After talking yesterday about the idea of paying citizen journalists for content, we need to examine how realistic this actually is. Personally, I don’t think it’s that easy. There’s a lot to consider here, remember: you get what you pay for.
Logistically thinking, how do you standardize this process? News organizations may think to make a database of citizen journalists they rely on and then come up with a payment schedule, but again that pesky idea of breaking news comes up. With the prevalence of social media, using a photo from a person you’ve never worked with before may be the best option. The mere thought of trying to come up with a streamlined list of citizen journalists in your community just sounds like a nightmare.
In the heat of the moment, in the middle of a busy news day, I’m sure one of the last things professional journalists are concerned about is making sure they have everybody’s information that provides them with content or leads them to an interview source. It almost seems like there needs to be one person who is dedicated to this task, but it sounds like it could be very stressful!
There are ethical concerns, too, which are never easy to resolve. The Society of Professional Journalists disagrees with this practice wholeheartedly, because it calls into serious question the credibility of the information right off the bat. Ideally, news organizations would want to think citizens are providing information out of a desire to do better, but payment could significantly change the nature of the relationship from the beginning.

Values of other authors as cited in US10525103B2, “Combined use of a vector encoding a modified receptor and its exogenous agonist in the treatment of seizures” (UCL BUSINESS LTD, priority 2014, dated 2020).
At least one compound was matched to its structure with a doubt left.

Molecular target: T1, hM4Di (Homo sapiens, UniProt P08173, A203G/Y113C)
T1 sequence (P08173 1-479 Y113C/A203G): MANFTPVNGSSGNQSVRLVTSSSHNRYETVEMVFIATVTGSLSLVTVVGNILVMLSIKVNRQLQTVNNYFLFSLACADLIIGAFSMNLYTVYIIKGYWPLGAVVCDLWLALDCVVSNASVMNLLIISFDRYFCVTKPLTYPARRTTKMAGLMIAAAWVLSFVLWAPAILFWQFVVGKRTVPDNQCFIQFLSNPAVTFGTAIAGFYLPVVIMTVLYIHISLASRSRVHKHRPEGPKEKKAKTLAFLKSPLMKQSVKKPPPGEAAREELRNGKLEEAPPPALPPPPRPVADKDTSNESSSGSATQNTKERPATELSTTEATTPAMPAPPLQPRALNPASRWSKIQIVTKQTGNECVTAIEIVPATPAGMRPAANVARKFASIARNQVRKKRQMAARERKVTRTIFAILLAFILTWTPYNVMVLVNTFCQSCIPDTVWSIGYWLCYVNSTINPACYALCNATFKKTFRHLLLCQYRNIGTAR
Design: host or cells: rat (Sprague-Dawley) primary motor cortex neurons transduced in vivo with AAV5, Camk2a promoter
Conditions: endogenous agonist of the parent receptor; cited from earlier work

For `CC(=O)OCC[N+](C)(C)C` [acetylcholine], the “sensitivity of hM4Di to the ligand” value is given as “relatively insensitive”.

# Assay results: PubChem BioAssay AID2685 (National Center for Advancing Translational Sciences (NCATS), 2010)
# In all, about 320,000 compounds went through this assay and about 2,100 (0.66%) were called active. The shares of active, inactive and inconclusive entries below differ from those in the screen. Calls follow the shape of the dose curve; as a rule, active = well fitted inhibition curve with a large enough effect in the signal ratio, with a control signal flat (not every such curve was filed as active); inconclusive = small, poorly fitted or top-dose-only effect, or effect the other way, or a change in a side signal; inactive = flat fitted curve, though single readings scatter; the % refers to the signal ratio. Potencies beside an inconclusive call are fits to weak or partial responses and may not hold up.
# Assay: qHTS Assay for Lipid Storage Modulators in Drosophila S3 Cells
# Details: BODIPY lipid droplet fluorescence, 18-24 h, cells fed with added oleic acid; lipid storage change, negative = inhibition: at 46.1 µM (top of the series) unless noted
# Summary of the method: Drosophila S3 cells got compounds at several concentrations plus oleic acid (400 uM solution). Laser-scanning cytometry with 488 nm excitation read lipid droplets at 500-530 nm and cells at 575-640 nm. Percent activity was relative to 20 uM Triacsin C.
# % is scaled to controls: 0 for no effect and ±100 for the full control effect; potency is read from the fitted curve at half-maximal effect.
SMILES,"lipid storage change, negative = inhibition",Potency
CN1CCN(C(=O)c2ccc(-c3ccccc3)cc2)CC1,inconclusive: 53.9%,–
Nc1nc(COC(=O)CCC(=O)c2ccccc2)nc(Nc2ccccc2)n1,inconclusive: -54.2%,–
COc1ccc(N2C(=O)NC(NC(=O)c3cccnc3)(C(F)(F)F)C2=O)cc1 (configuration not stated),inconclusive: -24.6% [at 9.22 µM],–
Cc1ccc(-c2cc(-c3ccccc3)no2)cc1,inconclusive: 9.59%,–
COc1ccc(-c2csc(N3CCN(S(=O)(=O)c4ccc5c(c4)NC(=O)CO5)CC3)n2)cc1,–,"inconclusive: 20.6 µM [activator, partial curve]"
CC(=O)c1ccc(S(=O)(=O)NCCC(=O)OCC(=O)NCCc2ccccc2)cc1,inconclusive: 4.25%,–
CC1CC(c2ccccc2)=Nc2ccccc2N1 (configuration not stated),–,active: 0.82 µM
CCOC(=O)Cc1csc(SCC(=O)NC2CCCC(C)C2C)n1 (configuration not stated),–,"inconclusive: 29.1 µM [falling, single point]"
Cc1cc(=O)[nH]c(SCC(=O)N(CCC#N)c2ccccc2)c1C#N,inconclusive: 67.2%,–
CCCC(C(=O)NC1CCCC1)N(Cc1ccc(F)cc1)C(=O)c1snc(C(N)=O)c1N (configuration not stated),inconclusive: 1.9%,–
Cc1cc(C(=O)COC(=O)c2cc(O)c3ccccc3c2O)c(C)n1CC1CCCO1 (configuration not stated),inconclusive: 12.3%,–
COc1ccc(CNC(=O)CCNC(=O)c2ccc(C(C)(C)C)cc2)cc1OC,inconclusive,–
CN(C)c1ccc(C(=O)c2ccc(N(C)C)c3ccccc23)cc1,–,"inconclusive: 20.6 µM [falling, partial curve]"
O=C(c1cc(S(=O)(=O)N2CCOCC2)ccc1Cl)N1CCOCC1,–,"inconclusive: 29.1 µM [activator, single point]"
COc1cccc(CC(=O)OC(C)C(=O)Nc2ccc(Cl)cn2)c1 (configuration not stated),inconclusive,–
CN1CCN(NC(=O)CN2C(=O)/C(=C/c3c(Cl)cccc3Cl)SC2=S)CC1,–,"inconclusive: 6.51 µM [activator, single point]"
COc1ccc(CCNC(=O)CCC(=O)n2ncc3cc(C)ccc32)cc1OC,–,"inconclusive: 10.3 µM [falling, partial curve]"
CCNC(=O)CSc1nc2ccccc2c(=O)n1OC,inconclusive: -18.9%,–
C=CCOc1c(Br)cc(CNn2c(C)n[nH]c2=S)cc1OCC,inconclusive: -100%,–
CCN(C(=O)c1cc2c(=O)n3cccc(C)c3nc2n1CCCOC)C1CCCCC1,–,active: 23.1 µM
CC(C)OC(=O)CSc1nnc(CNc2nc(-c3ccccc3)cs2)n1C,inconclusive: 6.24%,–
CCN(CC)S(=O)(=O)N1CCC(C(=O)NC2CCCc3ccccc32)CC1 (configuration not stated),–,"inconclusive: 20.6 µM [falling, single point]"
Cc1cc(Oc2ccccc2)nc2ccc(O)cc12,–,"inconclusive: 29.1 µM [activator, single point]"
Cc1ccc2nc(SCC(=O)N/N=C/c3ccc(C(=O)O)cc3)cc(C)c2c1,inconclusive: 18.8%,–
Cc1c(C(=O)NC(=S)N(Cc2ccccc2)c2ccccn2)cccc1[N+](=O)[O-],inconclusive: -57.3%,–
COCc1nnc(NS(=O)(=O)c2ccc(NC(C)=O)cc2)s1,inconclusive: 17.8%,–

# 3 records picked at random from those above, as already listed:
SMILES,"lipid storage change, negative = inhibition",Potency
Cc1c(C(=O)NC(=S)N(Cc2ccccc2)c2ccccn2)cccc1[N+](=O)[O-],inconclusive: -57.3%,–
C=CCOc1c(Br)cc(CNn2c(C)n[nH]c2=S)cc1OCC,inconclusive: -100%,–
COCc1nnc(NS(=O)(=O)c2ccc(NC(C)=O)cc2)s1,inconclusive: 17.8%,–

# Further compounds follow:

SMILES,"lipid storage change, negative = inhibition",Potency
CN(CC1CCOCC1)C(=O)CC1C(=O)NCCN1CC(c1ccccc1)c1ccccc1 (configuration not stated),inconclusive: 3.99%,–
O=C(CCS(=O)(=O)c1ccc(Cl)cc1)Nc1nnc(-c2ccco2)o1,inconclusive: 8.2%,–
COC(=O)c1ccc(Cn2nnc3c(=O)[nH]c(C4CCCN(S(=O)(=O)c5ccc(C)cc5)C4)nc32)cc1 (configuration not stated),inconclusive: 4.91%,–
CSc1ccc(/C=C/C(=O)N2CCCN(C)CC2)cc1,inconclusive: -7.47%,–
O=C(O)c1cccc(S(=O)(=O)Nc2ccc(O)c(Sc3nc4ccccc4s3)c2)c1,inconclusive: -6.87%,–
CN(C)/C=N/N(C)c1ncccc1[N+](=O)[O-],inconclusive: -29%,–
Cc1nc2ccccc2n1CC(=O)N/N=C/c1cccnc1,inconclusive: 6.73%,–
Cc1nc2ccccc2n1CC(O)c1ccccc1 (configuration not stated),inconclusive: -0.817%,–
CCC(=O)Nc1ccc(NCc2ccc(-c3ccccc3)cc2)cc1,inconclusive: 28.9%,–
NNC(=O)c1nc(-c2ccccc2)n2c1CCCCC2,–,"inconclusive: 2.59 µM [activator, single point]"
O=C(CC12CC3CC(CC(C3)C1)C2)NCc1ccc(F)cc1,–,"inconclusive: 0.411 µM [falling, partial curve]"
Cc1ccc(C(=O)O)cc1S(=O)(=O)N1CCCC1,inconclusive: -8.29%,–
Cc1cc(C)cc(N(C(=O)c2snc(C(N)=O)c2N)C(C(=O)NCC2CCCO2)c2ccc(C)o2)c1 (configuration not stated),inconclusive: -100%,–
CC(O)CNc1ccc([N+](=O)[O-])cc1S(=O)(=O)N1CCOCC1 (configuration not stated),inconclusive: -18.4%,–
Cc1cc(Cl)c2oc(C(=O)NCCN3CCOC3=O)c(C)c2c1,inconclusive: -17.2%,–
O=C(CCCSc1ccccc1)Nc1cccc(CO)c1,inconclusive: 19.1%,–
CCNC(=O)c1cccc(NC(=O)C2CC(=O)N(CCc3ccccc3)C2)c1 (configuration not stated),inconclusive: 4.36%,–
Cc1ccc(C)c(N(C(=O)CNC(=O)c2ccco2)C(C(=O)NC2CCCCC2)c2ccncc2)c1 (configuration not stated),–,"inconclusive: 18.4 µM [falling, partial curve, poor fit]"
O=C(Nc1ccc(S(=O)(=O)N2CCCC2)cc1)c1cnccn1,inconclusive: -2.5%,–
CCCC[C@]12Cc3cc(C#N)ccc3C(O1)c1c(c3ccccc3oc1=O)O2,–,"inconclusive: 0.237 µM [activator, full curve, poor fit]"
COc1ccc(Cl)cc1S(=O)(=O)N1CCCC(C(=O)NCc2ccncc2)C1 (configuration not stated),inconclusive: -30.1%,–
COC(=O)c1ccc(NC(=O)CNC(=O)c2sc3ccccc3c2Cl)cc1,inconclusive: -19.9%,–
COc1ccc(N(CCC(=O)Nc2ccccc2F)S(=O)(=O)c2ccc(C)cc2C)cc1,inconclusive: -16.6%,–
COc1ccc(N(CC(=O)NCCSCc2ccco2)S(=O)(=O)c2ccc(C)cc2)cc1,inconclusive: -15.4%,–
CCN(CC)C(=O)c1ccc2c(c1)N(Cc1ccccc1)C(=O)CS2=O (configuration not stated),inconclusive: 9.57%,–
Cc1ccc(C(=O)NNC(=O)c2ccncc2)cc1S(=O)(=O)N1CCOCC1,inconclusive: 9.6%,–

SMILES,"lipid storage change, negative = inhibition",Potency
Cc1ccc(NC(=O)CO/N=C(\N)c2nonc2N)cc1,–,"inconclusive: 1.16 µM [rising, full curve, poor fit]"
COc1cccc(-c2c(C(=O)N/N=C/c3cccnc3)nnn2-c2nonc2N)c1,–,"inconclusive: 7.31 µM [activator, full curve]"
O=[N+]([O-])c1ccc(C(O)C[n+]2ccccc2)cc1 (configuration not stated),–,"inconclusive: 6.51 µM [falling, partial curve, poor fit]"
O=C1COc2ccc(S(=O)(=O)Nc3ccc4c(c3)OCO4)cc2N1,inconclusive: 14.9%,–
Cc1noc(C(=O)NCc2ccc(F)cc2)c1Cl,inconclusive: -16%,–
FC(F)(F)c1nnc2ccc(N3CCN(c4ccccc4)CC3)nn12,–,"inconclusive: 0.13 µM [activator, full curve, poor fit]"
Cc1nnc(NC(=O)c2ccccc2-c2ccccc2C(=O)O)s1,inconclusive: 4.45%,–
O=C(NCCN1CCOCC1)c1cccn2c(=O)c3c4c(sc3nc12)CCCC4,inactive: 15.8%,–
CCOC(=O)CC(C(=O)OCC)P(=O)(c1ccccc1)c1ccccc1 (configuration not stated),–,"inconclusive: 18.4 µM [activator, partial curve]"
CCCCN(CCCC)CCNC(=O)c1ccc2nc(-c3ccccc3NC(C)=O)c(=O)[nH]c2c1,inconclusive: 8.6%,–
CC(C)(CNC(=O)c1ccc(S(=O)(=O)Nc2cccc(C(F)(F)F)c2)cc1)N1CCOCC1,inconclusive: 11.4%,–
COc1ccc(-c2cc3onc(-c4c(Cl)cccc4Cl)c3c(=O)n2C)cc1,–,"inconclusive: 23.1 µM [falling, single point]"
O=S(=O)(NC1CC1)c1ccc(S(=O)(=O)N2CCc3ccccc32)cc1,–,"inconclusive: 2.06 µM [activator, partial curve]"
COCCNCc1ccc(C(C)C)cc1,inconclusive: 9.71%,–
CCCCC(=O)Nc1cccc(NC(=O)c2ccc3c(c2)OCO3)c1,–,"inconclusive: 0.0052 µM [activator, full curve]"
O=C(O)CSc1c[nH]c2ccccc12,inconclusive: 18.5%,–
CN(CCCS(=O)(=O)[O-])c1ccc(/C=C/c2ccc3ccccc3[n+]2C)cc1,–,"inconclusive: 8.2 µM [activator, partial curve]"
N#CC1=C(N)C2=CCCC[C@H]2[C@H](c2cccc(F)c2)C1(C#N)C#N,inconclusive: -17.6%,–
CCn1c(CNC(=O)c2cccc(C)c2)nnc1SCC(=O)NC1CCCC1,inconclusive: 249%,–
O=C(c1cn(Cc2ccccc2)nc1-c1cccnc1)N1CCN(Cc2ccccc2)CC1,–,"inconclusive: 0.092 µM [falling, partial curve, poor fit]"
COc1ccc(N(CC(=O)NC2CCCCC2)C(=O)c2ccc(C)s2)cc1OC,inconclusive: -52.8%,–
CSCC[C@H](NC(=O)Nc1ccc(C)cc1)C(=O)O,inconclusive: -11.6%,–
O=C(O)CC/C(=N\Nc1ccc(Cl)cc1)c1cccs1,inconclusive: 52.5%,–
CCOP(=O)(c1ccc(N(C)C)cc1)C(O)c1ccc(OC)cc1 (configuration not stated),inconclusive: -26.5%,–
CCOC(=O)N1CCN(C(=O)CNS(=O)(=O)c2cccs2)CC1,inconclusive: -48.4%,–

Being a citizen journalist is more risky than perhaps people originally think, because they lack the same types of protections that professional journalists do. This could further be complicated with a monetary transaction, because (god forbid) a court get involved, someone may always take issue with money being exchanged.
So back to this saying, you get what you pay for. Albeit a critical blog, Planet Jeffro brings up some really good points about this saying. Patch.com, a “hyper-local” news site, pays $40/story. This doesn’t seem like much (it’s not, really), but whether a story is written well and has proper punctuation is only half the battle. How much “reporting” was really done? It’s certainly not fair to think that two people could get paid for the same thing, while the amount of work put in could be completely unequal.
Certainly I think it’s fair to consider the idea of paying citizen journalists, but taking into account the fact that there isn’t even a standard among all journalism outlets for how to use citizen journalism, we’re probably a long way off from seeing any real payment for stories, sources, photos, videos, audio, etc.